installpkg *-firmware
    installpkg b43-openfwwf

## actually install all the requested package

Post-installation setup

After all the packages are installed (709 of them as of this writing), the runtime-postinstall.tmpl template is run. It modifies the contents of the installroot, handling things like settings up the yum repos for Anaconda, setting up configuration files for various things, enabling anaconda at boot time using systemd and tmux, disabling systemd services that are unneeded or that will interfere with Anaconda.

eg. setting up sshd for the boot.iso:

## set up sshd
install ${configdir}/sshd_config.anaconda etc/ssh
install ${configdir}/pam.sshd etc/pam.d/sshd
install ${configdir}/pam.sshd etc/pam.d/login
install ${configdir}/pam.sshd etc/pam.d/remote

## Make logind activate anaconda-shell@.service on switch to empty VT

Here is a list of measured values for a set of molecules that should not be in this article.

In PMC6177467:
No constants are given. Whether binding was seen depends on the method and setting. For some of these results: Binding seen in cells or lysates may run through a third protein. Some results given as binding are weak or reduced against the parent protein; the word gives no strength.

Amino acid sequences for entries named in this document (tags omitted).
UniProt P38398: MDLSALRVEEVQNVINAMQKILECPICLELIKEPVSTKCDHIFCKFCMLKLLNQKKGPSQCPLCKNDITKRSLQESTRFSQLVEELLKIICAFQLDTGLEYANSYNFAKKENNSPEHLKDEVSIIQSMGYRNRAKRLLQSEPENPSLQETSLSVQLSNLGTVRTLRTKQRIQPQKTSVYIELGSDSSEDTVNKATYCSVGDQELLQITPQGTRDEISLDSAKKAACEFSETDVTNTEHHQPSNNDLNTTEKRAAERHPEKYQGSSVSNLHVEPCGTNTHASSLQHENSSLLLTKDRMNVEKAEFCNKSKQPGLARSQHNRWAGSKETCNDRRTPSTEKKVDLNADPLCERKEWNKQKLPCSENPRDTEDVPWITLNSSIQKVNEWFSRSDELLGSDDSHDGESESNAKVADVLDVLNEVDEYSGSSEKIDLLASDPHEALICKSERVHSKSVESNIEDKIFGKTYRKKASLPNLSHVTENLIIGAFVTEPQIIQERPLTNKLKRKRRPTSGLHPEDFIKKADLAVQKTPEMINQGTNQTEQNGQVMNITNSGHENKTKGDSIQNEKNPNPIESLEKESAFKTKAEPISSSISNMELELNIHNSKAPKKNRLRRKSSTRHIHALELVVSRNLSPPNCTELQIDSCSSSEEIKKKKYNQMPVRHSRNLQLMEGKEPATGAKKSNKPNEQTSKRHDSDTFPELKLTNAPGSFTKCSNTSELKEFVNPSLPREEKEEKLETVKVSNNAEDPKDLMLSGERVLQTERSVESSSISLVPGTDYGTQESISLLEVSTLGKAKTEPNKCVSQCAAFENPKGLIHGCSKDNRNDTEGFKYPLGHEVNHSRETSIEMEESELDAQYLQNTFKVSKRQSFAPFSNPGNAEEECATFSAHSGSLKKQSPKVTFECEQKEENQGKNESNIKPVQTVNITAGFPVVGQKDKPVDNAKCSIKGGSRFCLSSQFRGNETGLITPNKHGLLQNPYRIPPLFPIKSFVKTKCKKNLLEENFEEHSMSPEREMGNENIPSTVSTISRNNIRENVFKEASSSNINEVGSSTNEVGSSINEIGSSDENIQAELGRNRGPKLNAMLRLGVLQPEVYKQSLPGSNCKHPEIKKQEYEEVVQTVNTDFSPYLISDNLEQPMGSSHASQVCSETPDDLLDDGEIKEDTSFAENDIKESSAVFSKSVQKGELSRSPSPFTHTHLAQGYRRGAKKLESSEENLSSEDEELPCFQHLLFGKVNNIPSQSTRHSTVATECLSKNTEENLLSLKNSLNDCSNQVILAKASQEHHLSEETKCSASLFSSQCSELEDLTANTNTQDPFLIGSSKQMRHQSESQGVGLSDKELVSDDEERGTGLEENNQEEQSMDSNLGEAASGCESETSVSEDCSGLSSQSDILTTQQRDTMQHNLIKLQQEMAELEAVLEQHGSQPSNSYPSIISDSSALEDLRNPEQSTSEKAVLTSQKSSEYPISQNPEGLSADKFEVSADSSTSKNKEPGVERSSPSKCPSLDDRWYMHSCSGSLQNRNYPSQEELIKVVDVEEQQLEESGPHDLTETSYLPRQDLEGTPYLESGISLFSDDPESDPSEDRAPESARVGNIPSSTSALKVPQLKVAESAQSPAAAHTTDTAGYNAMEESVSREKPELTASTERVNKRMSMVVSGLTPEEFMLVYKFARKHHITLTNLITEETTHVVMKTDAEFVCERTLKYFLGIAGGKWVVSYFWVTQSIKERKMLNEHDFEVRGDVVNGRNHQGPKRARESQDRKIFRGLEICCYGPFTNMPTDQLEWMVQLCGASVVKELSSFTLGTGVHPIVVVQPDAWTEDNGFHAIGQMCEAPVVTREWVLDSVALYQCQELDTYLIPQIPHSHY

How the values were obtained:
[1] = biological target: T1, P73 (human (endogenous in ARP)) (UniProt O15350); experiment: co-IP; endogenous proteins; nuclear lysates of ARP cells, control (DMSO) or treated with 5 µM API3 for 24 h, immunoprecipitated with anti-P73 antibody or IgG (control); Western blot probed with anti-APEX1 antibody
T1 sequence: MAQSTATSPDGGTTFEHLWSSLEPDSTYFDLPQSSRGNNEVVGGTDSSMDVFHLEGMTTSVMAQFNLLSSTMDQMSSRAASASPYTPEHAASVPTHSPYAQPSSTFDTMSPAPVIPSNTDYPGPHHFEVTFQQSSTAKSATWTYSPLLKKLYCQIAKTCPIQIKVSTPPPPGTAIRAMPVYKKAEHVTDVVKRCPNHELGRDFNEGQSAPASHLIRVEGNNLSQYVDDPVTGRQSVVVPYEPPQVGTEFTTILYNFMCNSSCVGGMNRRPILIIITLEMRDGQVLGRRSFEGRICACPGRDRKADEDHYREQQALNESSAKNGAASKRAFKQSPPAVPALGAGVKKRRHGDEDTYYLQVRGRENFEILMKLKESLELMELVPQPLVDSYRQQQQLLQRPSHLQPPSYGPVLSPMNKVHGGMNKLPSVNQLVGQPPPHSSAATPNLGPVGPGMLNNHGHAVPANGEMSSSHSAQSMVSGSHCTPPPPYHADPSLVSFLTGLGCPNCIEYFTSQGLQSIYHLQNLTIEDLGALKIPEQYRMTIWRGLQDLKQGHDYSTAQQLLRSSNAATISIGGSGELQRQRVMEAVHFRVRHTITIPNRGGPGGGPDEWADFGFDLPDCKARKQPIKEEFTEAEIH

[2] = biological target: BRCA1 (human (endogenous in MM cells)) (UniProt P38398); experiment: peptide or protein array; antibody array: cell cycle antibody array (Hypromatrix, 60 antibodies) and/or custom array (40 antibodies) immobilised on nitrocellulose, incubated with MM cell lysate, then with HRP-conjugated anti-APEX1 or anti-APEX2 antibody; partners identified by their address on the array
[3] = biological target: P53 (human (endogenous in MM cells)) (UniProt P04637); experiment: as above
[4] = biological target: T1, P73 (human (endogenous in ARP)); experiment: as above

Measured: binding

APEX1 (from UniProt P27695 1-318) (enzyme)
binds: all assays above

symlink anaconda-shell@.service lib/systemd/system/autovt@.service
replace "#ReserveVT=6" "ReserveVT=2" etc/systemd/logind.conf

Cleanup and file removal

At this point the installroot is complete, but it contains quite a few extras that really aren't needed at installation time. In order to reduce the size of the boot.iso lorax runs the runtime-cleanup.tmpl template on it, and removes files and packages that are unneeded. For example:

## no sound support, thanks
removepkg alsa* flac gstreamer-tools libsndfile pulseaudio* sound-theme-freedesktop
removepkg midisport-firmware

## remove unused themes, theme engines, icons, etc.
removefrom gtk2 /usr/${libdir}/gtk-2.0/*/{engines,printbackends}/*
removefrom gtk2 /usr/share/themes/*

It also removes many of the kernel modules that aren't needed during installation, things like joystick, bluetooth and sound.